In the subgroup analysis by sex, results in females were similar to the main analysis and, despite a larger sample size, no significant results were found in males. This suggests that the risk of poisoning is likely to be higher in girls. According to the public data, the reported incidence of poisoning (all causes) in females aged between 5 and 18 years is higher than for males in that age group (0.07% vs 0.04%) [37, 38]. Additionally, sex differences in ADHD symptom severity may differ. For a variety of reasons, girls are less likely to be diagnosed with ADHD, and girls treated with MPH may have more severe symptoms [39, 40]. Unfortunately, we were not able to test this hypothesis due to the limitations of the dataset. However, according to the descriptive analysis in our study, more females (62.3%) than males (47.3%) had psychiatric comorbidities , which may explain the results.
Only 76% of the individuals of whom stimulants were prescribed had an ADHD diagnosis, which could be due to under-recording, or the need for MPH to control hyperactivity symptoms in subjects with autism spectrum disorder (ASD). However, our primary aim is to investigate if there is an association between the use of MPH and the risk of all-cause poisoning regardless of the indication of the medication. Also, we utilised a within-individual method so the baseline chronic conditions will not affect our study estimates. Therefore, our study conclusions were not affected by whether the included individuals had an ADHD diagnosis or not.
The main strength of our study is the use of the SCCS method, which relies on within-person comparison to balance fixed confounders as well as variable confounders of age and seasonal effect. Secondly, current research on the association between ADHD patients on medications and poisoning is limited, and so far, all studies are based on ecological data.
There are several limitations in this study. Firstly, we partly used the ICD-9-CM code to identify all-cause poisoning cases and classify the subtypes. Using ICD-9-CM may potentially affect the results by miscoding or misclassification, whereas there is no evidence that such miscoding will be affected by the MPH exposure. In such circumstances, it will reduce the sample size, hence the statistical power. Therefore, we identified the poisoning cases using two methods to ensure that as many poisoning cases as possible can be identified; one method was the ICD-9-CM code, the other was the A&E admission record (extracted poisoning records of any poison type and poison nature). For the poisoning classification, although there are some diagnostic details in free text about the reason for poisoning, information was limited due to patient confidentiality; therefore, details of the specific chemicals or gas used for poisoning were not available. It is also likely that there were inconsistencies in the classification of whether a poisoning event was intentional or accidental. However, this study aims to examine the risk of poisoning regardless of the substance. Therefore, such limitations will not affect the conclusion of this study. Another limitation is the small sample size in some subgroups, so these analyses lacked statistical power. Further research using individual data from other populations is needed to confirm our findings and also evaluate the outcomes of other stimulant and also non-stimulant ADHD medications.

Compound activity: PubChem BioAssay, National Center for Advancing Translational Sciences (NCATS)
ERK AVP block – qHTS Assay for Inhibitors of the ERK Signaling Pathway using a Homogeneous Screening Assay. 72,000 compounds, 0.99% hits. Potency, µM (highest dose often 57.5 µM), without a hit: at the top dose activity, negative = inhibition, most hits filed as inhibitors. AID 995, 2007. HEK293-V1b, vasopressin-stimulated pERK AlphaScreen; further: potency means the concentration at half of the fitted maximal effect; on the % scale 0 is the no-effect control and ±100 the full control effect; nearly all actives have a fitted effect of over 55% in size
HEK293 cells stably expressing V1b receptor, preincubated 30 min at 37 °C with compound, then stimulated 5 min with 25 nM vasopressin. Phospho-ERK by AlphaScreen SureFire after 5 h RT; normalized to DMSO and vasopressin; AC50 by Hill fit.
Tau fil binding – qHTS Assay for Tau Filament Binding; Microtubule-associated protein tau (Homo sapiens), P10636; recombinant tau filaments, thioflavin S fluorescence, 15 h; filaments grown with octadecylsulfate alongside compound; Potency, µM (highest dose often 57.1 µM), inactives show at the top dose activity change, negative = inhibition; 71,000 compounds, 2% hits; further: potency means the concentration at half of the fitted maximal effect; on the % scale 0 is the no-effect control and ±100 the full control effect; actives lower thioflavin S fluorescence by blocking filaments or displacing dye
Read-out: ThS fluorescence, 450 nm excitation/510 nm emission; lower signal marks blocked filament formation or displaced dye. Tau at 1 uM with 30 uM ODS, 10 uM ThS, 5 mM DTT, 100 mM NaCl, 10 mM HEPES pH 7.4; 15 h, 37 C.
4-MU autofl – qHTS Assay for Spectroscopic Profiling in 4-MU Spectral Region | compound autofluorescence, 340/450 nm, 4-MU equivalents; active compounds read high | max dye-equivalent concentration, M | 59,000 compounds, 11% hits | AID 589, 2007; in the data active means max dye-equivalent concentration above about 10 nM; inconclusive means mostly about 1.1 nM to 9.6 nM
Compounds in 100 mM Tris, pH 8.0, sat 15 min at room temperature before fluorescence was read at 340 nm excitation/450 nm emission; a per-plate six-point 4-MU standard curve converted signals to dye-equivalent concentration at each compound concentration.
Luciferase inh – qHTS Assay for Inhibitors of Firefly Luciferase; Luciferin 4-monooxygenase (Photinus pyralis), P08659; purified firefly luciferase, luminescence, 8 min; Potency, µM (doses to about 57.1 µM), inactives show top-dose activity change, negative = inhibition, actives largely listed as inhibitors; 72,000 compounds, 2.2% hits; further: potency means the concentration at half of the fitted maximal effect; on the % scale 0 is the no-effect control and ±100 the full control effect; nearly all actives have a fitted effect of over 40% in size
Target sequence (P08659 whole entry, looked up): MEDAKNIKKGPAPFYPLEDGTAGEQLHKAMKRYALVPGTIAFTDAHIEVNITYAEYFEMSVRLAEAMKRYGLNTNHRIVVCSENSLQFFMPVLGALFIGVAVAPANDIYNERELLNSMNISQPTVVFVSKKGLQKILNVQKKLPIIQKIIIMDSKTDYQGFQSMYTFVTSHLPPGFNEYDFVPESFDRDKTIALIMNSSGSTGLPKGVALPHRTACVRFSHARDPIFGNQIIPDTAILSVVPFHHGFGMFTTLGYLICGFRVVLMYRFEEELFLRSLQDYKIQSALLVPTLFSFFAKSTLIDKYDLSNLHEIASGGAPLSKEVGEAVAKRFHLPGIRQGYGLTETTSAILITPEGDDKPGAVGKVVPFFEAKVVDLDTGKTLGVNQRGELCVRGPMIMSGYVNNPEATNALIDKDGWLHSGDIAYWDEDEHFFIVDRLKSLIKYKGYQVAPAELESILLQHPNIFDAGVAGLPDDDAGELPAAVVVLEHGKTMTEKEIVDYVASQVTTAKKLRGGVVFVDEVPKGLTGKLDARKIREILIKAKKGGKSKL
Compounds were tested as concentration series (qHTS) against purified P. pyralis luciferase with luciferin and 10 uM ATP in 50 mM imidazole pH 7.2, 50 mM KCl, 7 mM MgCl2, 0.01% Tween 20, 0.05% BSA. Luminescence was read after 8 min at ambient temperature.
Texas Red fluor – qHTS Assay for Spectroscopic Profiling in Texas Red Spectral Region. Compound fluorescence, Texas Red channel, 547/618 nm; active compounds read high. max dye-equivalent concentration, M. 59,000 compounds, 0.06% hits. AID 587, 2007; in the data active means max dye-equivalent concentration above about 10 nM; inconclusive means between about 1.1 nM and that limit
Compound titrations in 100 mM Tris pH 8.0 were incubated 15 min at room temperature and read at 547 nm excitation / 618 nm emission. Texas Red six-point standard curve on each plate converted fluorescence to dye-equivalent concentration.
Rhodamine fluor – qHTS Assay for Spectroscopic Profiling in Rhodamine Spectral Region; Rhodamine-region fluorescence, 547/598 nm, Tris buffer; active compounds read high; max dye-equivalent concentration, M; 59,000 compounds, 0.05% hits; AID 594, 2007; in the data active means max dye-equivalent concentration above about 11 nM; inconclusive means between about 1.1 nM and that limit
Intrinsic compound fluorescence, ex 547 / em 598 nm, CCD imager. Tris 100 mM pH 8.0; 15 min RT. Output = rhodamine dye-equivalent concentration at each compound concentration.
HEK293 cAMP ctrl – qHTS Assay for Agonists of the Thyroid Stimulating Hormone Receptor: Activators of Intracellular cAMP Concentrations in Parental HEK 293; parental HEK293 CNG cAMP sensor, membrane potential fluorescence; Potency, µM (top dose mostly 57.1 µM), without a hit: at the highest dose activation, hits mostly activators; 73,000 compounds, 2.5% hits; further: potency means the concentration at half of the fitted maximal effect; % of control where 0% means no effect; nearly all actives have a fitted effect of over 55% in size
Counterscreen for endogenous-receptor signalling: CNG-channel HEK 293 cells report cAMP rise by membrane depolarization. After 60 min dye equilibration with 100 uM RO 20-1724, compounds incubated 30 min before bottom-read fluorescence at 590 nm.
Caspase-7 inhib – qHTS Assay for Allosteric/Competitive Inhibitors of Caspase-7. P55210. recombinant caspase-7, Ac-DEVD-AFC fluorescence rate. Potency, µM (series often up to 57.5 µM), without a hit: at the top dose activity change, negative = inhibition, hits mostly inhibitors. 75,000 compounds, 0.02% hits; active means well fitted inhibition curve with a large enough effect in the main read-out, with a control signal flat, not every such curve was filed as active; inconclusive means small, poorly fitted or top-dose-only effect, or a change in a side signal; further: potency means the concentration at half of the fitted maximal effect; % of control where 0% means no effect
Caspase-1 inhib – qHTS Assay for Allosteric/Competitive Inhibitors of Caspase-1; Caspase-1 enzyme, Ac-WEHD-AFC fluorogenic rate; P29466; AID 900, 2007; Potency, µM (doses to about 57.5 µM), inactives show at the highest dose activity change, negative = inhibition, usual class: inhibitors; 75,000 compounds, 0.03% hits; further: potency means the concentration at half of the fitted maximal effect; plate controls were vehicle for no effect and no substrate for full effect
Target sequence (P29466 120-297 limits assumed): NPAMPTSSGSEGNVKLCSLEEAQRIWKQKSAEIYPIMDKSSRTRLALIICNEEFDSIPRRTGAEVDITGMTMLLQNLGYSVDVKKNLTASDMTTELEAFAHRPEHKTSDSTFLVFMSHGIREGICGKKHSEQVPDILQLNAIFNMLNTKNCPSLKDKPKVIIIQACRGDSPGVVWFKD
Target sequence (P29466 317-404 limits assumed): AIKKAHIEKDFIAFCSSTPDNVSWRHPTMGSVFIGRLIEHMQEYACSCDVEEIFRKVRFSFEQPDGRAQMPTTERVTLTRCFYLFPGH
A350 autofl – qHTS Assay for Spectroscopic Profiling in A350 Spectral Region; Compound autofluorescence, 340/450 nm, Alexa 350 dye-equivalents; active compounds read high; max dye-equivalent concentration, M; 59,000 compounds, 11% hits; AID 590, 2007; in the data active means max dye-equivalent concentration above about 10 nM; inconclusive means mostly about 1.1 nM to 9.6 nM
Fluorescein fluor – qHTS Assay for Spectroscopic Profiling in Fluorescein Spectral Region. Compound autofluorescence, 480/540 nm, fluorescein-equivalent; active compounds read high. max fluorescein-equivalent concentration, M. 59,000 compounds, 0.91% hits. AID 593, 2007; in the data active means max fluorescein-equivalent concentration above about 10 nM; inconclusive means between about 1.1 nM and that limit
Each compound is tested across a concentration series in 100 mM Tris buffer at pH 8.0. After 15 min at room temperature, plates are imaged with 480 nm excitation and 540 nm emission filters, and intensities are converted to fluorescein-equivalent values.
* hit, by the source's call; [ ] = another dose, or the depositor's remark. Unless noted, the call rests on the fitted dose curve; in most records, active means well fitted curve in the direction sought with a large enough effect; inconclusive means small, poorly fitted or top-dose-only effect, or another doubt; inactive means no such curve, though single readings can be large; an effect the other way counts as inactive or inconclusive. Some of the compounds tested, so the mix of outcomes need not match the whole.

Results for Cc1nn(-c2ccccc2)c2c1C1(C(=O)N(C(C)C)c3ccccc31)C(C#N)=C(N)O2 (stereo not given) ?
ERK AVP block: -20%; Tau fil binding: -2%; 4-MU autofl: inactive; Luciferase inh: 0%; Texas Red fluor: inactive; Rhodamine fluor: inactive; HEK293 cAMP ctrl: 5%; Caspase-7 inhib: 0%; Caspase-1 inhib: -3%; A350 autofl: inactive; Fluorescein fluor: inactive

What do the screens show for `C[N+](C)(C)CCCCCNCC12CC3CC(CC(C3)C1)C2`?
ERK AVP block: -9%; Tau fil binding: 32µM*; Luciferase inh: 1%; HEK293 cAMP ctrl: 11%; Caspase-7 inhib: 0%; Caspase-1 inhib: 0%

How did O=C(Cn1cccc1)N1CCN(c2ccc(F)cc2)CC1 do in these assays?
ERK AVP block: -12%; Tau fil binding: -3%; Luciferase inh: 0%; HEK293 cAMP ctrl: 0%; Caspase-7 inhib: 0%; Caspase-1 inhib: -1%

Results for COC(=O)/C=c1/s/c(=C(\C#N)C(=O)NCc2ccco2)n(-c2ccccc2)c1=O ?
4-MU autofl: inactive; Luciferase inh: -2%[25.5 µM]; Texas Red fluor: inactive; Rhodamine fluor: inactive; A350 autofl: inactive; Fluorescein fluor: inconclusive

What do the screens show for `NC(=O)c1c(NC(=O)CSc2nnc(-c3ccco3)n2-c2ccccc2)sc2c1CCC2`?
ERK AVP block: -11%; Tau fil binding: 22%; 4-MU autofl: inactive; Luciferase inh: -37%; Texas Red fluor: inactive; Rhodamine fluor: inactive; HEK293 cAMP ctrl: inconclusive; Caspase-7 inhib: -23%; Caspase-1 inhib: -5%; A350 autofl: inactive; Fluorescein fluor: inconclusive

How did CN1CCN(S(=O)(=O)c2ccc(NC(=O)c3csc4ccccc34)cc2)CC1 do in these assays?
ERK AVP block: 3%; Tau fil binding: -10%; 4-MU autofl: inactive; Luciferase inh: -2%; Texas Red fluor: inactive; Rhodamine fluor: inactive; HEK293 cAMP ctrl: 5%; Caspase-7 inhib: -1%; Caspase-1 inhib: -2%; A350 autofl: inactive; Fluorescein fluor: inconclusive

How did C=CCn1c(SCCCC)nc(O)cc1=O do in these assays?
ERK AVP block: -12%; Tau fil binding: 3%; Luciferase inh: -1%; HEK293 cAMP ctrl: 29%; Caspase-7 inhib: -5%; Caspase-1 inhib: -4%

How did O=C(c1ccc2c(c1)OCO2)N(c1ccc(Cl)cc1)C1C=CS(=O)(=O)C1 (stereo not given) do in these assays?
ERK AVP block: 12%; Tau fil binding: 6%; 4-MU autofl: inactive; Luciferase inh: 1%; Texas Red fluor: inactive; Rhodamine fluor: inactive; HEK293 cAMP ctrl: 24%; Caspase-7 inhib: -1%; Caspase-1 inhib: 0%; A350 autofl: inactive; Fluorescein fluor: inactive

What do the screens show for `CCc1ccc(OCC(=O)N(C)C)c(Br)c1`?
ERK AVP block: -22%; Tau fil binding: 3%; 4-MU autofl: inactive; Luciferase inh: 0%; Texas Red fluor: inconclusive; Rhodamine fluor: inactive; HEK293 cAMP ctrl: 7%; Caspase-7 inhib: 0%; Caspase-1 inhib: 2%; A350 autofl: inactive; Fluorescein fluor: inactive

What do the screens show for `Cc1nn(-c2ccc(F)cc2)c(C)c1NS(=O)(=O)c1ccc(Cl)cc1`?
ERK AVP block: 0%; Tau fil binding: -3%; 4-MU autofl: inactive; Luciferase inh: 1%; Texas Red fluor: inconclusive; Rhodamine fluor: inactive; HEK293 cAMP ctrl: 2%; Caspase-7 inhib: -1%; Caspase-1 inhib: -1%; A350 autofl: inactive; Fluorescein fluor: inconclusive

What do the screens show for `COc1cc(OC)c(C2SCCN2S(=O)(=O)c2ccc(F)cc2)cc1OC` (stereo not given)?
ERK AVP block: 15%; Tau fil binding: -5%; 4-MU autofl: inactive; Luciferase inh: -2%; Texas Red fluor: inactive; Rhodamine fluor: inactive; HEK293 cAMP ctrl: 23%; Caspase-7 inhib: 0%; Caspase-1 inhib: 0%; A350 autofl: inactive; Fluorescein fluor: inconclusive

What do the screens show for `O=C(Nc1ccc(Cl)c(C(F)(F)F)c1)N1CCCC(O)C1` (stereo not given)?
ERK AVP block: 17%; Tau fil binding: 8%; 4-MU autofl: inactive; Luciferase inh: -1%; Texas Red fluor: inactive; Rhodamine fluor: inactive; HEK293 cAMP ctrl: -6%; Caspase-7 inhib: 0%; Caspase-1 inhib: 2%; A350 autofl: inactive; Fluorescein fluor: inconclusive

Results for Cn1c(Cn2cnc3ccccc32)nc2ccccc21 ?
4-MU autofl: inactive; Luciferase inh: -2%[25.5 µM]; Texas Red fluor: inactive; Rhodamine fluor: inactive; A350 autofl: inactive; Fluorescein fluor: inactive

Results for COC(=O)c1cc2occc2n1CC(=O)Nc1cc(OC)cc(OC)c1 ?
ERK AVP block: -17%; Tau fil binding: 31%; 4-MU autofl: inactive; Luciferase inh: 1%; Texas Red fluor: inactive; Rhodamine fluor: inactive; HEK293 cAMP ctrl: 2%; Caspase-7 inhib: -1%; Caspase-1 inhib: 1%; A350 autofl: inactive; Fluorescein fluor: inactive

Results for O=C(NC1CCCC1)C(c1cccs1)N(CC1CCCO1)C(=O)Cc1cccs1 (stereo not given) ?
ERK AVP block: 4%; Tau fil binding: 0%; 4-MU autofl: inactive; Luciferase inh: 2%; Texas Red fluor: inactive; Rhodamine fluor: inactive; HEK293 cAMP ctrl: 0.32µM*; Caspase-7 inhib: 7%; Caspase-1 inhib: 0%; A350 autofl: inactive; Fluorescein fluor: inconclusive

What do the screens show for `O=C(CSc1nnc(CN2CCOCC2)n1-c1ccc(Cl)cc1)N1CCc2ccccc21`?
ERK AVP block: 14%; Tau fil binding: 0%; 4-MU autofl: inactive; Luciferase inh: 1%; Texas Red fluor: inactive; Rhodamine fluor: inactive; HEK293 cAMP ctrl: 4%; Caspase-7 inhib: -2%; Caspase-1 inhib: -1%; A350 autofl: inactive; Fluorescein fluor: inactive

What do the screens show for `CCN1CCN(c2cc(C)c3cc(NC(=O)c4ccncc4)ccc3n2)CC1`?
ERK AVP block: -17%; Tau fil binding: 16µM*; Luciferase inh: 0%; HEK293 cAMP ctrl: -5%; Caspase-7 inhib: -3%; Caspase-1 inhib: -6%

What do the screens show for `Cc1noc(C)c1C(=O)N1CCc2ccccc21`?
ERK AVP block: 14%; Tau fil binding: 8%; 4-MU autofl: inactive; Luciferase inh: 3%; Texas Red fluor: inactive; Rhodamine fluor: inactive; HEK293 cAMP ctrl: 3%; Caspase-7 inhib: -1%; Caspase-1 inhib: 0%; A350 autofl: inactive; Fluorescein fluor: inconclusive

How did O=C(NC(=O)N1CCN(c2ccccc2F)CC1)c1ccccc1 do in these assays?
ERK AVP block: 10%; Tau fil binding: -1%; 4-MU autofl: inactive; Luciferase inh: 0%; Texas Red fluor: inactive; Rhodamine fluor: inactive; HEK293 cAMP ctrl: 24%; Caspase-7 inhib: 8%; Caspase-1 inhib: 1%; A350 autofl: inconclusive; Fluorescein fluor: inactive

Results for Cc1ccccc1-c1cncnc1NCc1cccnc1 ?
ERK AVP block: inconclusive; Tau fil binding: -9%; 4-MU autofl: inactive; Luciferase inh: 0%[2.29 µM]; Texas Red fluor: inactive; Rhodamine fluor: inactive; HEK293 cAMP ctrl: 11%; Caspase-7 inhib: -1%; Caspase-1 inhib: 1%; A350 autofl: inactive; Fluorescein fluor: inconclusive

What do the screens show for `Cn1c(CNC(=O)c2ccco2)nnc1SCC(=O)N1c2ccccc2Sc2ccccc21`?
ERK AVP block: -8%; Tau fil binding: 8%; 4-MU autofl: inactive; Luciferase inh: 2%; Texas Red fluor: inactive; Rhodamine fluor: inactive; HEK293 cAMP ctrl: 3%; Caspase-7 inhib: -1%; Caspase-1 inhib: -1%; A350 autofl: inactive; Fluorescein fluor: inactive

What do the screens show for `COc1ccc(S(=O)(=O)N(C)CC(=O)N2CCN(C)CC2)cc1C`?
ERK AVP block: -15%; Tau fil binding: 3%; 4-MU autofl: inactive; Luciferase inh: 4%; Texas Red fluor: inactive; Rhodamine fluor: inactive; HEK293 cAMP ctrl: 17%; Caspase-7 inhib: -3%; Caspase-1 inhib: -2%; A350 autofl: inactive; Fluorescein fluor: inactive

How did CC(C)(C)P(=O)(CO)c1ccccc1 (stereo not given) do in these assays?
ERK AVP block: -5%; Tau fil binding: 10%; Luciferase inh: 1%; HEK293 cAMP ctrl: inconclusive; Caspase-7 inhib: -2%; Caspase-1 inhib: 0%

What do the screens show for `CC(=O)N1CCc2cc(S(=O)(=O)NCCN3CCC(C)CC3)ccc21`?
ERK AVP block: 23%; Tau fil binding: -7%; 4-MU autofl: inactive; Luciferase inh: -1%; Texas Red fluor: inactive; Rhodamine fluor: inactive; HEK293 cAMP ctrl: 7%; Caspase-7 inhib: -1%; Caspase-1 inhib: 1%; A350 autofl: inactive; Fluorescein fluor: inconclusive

Our study does not support the hypothesis that the use of MPH in children and adolescents increases the risk of all-cause poisoning; indeed, a lower risk was found in the period of subsequent treatment. This may provide some additional information for future guidelines, as prevention of poisoning has not been included in clinical practice guidelines as a benefit of ADHD pharmacotherapy. However, previous studies suggest that increased prescribing of ADHD medication is associated with an increased number of ADHD medication poisoning cases. Bringing all the current evidence together, a logical explanation to the increased poisoning cases with ADHD medication is that it could be related to poor storage and handling of such drugs. Epidemiological research has also shown that parents and siblings of children with ADHD are also more likely to have ADHD [42, 43] and this may increase the likelihood of poor storage and handling of MPH in the household. Therefore, in families with ADHD patients, family members with and without ADHD pharmacological treatment may face the risk of accidental poisoning due to ADHD medication. However, as there is currently a lack of detailed analysis of cases reported in different countries, we are unable to confirm our speculation. Therefore, further research on this topic is urgently needed to develop public health strategies to reverse the increasing occurrence of ADHD medication poisoning. In the meantime, we would like to emphasise educating carers and patients on the importance of safe handling and storage of MPH.